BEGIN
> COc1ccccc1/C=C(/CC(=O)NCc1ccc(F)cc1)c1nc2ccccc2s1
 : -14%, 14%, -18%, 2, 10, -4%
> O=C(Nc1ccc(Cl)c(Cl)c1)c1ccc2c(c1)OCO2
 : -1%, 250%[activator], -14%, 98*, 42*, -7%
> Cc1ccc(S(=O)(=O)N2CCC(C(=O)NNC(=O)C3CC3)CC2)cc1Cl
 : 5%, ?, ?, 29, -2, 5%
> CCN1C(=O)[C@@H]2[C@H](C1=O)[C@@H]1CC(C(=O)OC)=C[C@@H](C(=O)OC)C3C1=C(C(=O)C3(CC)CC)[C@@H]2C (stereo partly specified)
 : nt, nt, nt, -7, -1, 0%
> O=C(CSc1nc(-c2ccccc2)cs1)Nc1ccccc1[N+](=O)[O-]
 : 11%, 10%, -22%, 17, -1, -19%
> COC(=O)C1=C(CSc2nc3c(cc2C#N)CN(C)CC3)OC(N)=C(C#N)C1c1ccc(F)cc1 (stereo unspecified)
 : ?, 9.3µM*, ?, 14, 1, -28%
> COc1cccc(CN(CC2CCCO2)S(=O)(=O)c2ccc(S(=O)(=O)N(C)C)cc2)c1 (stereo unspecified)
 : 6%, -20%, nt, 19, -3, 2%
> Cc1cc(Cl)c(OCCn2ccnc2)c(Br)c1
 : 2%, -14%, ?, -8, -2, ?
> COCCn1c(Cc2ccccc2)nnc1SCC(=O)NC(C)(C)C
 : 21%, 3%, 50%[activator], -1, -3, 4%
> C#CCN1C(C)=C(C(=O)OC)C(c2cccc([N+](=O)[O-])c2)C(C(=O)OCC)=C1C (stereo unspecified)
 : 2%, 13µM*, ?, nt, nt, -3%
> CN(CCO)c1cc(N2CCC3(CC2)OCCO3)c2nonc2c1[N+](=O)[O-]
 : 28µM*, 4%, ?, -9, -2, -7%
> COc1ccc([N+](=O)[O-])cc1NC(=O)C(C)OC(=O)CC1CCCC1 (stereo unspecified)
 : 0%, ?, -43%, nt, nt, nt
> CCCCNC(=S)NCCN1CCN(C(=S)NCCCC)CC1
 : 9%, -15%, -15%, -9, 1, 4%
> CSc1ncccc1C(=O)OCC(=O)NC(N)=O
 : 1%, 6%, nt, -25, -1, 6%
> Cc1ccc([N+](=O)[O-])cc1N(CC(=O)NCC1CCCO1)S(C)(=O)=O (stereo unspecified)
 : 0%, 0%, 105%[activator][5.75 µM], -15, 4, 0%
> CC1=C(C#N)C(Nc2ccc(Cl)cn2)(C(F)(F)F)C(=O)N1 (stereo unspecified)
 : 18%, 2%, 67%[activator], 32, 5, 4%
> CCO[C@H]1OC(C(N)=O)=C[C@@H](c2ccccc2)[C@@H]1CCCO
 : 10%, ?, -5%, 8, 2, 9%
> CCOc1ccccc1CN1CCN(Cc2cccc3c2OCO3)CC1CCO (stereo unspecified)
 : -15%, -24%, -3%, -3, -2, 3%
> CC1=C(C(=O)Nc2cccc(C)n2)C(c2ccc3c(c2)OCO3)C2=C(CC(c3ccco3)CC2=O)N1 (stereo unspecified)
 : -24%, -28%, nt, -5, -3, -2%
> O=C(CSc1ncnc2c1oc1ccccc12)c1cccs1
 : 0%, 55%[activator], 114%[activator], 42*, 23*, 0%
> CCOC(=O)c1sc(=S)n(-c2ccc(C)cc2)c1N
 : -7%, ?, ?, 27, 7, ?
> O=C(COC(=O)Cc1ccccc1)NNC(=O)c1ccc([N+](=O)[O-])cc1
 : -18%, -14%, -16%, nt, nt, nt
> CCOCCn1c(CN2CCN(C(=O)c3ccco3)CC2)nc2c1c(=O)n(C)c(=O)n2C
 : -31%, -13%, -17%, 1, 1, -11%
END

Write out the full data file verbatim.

> COc1ccccc1/C=C(/CC(=O)NCc1ccc(F)cc1)c1nc2ccccc2s1
 : -14%, 14%, -18%, 2, 10, -4%
> O=C(Nc1ccc(Cl)c(Cl)c1)c1ccc2c(c1)OCO2
 : -1%, 250%[activator], -14%, 98*, 42*, -7%
> Cc1ccc(S(=O)(=O)N2CCC(C(=O)NNC(=O)C3CC3)CC2)cc1Cl
 : 5%, ?, ?, 29, -2, 5%
> CCN1C(=O)[C@@H]2[C@H](C1=O)[C@@H]1CC(C(=O)OC)=C[C@@H](C(=O)OC)C3C1=C(C(=O)C3(CC)CC)[C@@H]2C (stereo partly specified)
 : nt, nt, nt, -7, -1, 0%
> O=C(CSc1nc(-c2ccccc2)cs1)Nc1ccccc1[N+](=O)[O-]
 : 11%, 10%, -22%, 17, -1, -19%
> COC(=O)C1=C(CSc2nc3c(cc2C#N)CN(C)CC3)OC(N)=C(C#N)C1c1ccc(F)cc1 (stereo unspecified)
 : ?, 9.3µM*, ?, 14, 1, -28%
> COc1cccc(CN(CC2CCCO2)S(=O)(=O)c2ccc(S(=O)(=O)N(C)C)cc2)c1 (stereo unspecified)
 : 6%, -20%, nt, 19, -3, 2%
> Cc1cc(Cl)c(OCCn2ccnc2)c(Br)c1
 : 2%, -14%, ?, -8, -2, ?
> COCCn1c(Cc2ccccc2)nnc1SCC(=O)NC(C)(C)C
 : 21%, 3%, 50%[activator], -1, -3, 4%
> C#CCN1C(C)=C(C(=O)OC)C(c2cccc([N+](=O)[O-])c2)C(C(=O)OCC)=C1C (stereo unspecified)
 : 2%, 13µM*, ?, nt, nt, -3%
> CN(CCO)c1cc(N2CCC3(CC2)OCCO3)c2nonc2c1[N+](=O)[O-]
 : 28µM*, 4%, ?, -9, -2, -7%
> COc1ccc([N+](=O)[O-])cc1NC(=O)C(C)OC(=O)CC1CCCC1 (stereo unspecified)
 : 0%, ?, -43%, nt, nt, nt
> CCCCNC(=S)NCCN1CCN(C(=S)NCCCC)CC1
 : 9%, -15%, -15%, -9, 1, 4%
> CSc1ncccc1C(=O)OCC(=O)NC(N)=O
 : 1%, 6%, nt, -25, -1, 6%
> Cc1ccc([N+](=O)[O-])cc1N(CC(=O)NCC1CCCO1)S(C)(=O)=O (stereo unspecified)
 : 0%, 0%, 105%[activator][5.75 µM], -15, 4, 0%
> CC1=C(C#N)C(Nc2ccc(Cl)cn2)(C(F)(F)F)C(=O)N1 (stereo unspecified)
 : 18%, 2%, 67%[activator], 32, 5, 4%
> CCO[C@H]1OC(C(N)=O)=C[C@@H](c2ccccc2)[C@@H]1CCCO
 : 10%, ?, -5%, 8, 2, 9%
> CCOc1ccccc1CN1CCN(Cc2cccc3c2OCO3)CC1CCO (stereo unspecified)
 : -15%, -24%, -3%, -3, -2, 3%
> CC1=C(C(=O)Nc2cccc(C)n2)C(c2ccc3c(c2)OCO3)C2=C(CC(c3ccco3)CC2=O)N1 (stereo unspecified)
 : -24%, -28%, nt, -5, -3, -2%
> O=C(CSc1ncnc2c1oc1ccccc12)c1cccs1
 : 0%, 55%[activator], 114%[activator], 42*, 23*, 0%
> CCOC(=O)c1sc(=S)n(-c2ccc(C)cc2)c1N
 : -7%, ?, ?, 27, 7, ?
> O=C(COC(=O)Cc1ccccc1)NNC(=O)c1ccc([N+](=O)[O-])cc1
 : -18%, -14%, -16%, nt, nt, nt
> CCOCCn1c(CN2CCN(C(=O)c3ccco3)CC2)nc2c1c(=O)n(C)c(=O)n2C
 : -31%, -13%, -17%, 1, 1, -11%